Stock prices are down and likely to go lower if the economy continues to wither. But that little fact isn't keeping the more creative folks on Wall Street from one annual recreation -- devising ways to profit from year-end quirks in the stock market.

Oppenheimer & Co., for instance, recently picked thousands of stocks that have dropped sharply in price and ran them through a computer program to try to determine which may be down by an excessive amount simply because investors want to claim losses on their 1990 tax returns. The theory behind this exercise is that once tax-selling pressure is off these stocks, their prices will rise.

Michael Metz, chief market analyst for Oppenheimer, said this process historically has worked well. The only problem recently is that investors are jumping the gun.

"Investors have become so sophisticated that they now buy stocks in November and early December, which in itself causes a rally in stocks that otherwise would have had their bounce in January," he said. His favorite picks this year are Aluminum Co. of America, Amax Inc., PACCAR Inc., Communications Satellite Corp. and Phelps Dodge Corp.

Over the years, investors have noticed that stock prices tend to rally in the first few days of January, mostly because tax selling is out of the way, but also because many professional and private investors enter a new year with smiles on their faces. Yale Hirsch, a stock market historian, has also noticed that when stocks rise in the first few days of a new year, they also tend to be higher for the year as a whole.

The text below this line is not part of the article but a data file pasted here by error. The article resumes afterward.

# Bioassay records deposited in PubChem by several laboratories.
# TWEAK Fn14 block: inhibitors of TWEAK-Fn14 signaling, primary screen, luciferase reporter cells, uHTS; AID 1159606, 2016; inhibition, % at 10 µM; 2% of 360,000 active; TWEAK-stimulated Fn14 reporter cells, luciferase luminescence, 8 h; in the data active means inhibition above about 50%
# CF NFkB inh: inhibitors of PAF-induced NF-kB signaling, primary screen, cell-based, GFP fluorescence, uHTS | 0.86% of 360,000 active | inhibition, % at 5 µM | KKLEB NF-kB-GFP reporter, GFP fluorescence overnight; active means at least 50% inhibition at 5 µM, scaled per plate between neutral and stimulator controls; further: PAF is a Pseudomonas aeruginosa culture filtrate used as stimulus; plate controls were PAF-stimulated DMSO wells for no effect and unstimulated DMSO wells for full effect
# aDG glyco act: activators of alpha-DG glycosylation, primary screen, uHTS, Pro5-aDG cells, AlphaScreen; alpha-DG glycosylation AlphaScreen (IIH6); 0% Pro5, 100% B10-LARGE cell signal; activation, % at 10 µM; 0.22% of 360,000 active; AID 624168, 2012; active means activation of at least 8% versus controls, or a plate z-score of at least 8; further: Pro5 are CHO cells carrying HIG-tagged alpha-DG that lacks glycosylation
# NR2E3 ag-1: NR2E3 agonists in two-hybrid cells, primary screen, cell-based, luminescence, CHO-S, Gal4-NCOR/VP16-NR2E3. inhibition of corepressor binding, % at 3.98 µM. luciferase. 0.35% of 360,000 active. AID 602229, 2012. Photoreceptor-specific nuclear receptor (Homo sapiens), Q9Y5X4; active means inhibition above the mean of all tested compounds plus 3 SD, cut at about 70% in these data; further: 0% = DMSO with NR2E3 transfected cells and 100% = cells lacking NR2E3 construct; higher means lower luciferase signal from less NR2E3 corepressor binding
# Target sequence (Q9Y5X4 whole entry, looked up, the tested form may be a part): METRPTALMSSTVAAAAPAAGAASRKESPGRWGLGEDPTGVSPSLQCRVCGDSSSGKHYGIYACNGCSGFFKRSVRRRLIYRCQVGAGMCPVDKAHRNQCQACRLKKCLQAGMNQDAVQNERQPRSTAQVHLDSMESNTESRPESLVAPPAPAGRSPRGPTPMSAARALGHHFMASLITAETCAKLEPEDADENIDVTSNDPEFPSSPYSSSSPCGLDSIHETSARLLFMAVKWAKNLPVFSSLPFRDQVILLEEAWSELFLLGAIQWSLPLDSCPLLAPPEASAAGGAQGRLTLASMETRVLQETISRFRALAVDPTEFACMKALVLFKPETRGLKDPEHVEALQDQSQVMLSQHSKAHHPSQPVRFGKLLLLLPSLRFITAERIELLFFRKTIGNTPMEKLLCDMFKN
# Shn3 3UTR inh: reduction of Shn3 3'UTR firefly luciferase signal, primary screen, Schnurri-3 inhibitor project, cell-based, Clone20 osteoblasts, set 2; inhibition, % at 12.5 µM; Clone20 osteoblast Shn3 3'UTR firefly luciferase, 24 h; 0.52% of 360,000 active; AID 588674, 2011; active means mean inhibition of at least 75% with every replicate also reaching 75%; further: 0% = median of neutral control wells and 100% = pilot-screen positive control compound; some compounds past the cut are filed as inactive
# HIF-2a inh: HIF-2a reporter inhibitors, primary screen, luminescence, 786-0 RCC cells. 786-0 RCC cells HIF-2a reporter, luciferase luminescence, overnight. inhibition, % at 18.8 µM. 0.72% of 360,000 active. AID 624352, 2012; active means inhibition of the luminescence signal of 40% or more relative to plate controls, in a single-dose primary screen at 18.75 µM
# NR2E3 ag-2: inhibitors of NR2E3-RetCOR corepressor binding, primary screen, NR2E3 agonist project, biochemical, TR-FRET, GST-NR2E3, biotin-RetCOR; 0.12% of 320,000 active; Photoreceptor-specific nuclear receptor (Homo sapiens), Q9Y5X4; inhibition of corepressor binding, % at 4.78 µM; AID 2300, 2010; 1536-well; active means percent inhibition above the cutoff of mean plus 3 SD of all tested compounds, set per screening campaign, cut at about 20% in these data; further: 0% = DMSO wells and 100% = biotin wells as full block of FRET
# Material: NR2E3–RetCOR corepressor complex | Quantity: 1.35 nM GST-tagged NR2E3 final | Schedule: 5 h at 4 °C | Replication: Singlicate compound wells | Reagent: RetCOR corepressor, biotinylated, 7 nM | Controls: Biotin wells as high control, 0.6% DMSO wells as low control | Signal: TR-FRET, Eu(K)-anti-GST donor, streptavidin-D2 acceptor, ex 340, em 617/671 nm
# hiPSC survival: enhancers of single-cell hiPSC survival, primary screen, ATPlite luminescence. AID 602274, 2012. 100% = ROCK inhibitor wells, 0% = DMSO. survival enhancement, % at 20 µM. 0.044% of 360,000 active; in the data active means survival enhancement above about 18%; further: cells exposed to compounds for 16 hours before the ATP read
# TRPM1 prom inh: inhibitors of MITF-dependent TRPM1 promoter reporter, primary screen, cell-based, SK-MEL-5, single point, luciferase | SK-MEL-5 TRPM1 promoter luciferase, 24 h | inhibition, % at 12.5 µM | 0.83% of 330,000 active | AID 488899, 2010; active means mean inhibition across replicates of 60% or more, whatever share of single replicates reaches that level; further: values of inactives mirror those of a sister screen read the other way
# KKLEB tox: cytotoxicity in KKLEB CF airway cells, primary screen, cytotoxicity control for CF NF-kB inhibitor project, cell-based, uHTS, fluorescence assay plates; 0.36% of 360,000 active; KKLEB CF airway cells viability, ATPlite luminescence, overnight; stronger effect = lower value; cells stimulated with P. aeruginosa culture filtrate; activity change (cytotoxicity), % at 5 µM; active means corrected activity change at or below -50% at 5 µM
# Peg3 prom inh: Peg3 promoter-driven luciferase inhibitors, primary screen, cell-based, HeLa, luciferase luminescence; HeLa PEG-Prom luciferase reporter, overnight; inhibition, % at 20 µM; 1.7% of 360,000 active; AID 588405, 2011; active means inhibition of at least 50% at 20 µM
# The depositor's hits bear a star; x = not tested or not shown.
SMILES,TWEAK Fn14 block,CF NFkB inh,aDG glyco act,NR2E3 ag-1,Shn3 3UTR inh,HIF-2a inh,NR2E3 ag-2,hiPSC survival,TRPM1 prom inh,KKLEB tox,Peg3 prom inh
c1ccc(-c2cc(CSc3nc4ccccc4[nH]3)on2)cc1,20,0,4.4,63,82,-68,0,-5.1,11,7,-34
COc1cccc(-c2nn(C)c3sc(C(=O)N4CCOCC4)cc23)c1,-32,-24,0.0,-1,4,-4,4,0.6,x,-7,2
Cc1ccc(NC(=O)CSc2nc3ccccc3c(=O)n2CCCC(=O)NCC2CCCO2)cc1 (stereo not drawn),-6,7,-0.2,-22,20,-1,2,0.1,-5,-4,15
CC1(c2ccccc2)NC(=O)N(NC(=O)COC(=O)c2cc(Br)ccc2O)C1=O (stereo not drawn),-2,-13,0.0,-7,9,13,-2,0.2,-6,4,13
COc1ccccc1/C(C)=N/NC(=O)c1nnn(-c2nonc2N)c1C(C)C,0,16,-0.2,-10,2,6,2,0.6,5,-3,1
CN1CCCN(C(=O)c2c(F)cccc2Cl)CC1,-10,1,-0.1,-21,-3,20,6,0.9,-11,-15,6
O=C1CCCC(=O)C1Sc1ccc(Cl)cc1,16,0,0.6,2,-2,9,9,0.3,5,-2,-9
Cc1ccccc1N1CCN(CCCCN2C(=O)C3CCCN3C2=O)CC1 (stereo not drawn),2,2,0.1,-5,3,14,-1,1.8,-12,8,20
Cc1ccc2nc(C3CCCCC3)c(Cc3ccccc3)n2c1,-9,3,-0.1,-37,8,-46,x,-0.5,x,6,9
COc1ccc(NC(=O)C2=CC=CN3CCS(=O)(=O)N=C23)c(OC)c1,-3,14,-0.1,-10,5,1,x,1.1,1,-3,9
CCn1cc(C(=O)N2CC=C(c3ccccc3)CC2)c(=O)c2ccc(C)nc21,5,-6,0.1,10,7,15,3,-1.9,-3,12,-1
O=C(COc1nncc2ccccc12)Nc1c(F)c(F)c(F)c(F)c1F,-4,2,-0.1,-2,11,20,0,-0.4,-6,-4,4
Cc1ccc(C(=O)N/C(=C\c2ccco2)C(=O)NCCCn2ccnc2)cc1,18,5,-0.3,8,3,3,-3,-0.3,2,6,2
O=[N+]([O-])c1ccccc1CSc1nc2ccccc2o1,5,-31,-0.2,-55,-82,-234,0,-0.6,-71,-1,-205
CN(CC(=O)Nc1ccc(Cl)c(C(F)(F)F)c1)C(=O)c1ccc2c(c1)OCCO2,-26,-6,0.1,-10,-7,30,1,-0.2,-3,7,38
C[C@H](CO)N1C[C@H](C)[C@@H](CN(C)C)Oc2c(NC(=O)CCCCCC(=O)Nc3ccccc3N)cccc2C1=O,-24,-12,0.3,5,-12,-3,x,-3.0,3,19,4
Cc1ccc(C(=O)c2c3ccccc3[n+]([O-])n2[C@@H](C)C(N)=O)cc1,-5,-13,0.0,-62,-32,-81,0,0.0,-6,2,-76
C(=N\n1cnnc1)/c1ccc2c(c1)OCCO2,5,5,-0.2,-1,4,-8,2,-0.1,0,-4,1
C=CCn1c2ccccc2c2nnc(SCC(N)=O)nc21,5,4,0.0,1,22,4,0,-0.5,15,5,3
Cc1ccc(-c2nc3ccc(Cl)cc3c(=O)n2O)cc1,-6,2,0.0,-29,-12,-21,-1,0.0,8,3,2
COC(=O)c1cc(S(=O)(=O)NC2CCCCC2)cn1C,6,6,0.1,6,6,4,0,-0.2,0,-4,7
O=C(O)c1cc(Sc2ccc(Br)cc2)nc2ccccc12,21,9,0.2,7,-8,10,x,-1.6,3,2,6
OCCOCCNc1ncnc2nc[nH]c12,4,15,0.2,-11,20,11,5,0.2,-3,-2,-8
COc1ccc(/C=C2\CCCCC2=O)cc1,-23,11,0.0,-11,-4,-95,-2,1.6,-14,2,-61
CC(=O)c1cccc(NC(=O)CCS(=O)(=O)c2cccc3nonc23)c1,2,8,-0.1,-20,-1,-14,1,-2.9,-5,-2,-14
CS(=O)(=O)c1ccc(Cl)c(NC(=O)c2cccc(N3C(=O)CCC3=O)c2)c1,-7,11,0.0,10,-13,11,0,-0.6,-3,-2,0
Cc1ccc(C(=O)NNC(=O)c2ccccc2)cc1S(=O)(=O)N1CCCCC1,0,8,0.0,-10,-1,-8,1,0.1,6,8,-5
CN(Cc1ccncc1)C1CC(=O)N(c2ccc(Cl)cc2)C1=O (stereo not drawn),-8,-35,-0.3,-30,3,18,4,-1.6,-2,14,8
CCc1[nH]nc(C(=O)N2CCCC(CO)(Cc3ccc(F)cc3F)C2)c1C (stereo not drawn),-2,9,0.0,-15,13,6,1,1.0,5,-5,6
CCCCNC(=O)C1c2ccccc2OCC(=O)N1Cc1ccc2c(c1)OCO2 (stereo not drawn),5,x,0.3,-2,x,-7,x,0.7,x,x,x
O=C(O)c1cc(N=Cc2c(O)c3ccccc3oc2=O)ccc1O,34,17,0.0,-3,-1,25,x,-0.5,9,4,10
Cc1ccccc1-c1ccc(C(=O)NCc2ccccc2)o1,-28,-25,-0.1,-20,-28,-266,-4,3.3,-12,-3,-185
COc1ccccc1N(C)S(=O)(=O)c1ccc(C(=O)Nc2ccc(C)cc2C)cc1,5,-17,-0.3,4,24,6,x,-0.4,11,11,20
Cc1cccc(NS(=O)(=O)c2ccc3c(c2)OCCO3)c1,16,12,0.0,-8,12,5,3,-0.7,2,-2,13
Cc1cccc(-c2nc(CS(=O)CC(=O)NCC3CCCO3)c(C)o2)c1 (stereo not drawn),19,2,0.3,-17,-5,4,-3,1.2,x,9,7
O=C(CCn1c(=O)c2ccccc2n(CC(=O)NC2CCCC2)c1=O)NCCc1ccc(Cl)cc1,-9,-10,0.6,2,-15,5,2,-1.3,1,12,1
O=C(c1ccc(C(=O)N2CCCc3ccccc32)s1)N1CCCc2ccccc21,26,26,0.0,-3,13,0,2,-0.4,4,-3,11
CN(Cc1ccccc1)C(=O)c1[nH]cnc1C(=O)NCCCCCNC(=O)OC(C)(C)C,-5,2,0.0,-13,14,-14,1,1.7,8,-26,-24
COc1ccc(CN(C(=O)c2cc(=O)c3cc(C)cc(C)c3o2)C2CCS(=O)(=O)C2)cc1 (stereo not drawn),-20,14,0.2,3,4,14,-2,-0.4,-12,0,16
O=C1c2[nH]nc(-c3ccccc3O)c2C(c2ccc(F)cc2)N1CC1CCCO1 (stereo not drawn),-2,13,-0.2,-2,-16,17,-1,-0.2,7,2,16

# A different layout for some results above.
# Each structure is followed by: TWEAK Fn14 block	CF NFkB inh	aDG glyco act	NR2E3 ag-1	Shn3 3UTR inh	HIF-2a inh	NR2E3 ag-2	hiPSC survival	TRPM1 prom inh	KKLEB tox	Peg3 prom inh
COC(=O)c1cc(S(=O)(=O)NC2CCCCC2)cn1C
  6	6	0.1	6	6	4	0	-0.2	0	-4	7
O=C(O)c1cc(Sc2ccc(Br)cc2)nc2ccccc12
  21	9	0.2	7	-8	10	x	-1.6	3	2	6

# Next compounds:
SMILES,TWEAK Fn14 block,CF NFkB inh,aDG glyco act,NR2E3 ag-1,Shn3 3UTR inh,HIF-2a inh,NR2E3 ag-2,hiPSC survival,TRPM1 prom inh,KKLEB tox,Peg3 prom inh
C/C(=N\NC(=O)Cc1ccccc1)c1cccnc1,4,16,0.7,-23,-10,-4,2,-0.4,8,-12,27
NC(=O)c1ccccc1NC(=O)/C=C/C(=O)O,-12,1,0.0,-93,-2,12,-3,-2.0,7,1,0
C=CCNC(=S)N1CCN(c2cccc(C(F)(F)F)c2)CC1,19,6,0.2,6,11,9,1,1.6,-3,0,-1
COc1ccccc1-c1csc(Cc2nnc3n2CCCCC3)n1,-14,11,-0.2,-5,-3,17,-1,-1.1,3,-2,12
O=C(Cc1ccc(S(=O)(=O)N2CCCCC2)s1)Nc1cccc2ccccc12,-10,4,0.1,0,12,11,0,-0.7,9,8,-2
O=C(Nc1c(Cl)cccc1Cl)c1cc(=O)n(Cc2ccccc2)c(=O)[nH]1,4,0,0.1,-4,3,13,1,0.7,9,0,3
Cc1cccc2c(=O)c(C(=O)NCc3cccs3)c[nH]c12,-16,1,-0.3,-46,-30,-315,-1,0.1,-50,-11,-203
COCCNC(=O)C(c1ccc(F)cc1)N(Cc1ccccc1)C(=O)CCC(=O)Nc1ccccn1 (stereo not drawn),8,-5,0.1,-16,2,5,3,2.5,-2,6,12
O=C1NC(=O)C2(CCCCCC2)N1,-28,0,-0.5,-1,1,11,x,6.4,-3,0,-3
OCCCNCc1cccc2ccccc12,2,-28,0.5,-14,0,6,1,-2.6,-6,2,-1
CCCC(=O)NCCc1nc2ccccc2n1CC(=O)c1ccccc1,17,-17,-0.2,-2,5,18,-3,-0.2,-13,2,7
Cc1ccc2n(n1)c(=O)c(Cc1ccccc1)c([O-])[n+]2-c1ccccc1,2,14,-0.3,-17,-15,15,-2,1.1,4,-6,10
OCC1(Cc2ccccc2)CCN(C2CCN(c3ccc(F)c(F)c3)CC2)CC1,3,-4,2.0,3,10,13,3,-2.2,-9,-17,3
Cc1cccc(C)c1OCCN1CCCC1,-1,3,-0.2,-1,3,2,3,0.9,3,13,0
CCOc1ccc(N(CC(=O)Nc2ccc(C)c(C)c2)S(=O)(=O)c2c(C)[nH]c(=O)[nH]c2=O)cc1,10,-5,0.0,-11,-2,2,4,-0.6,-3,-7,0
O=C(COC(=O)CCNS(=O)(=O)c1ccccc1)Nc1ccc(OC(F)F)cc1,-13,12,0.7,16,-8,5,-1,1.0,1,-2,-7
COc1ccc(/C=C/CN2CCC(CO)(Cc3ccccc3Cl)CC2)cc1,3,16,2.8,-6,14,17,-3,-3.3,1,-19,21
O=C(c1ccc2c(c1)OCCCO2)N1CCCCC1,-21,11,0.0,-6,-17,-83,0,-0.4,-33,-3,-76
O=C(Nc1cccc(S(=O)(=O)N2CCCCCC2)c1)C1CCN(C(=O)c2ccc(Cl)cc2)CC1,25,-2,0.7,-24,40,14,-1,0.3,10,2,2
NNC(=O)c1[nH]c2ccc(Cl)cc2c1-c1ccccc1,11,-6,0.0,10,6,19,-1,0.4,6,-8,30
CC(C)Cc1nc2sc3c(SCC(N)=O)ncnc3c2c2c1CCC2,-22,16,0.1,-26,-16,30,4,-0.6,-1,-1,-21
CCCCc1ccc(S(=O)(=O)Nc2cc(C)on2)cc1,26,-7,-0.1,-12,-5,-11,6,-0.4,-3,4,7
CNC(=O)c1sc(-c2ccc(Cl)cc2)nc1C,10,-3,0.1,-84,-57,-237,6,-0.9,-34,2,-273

Now that everybody knows that stocks have a better than even chance of prospering in early January, they spend much of December trying to decide which stocks to add to their portfolios and when to add them.

Blue-chip stocks like International Business Machines Corp. and General Motors Corp. are favorite December acquisitions because the stock market is unlikely to rally in January without them. (Shares of top companies are also buoyant in very late December because money managers try to replace the whipped dogs in their portfolios with greyhounds before they have to report their activities to clients.)

William King, an independent trader who spent years with foreign investment firms, said the Japanese tend to convert their dollar investments into yen at the end of the calendar year.

What this does, King said, is keep downward pressure on the U.S. dollar at the end of the year. And while this may push down the profits and share prices of U.S. companies with massive foreign operations, it also means that these stocks should rally nicely in the new year if the pressure on the dollar ceases.

Another quirk: Experts say that bonds tend to rally in late November and early December because companies wait until late in the year to move money into employee pension funds. This money often ends up being invested in bonds, pushing up prices.

A shrewd investor with excellent timing, the theory goes, could ride the bonds higher and get out before they weaken again in January.

If you are thinking of playing any of these year-end games, there are a few things you should keep in mind. First, the nation's economy and banking system are in trouble and investment gimmicks might not work this time around. And even if the gimmicks do work, a successful investor has to have perfect timing -- like the first people in a Ponzi scheme.

And by the time you have read this, it's probably already too late. The rally that the stock market has experienced these past few weeks could very well have been the result of the gimmicks mentioned above.

John Crudele is a columnist for the New York Post.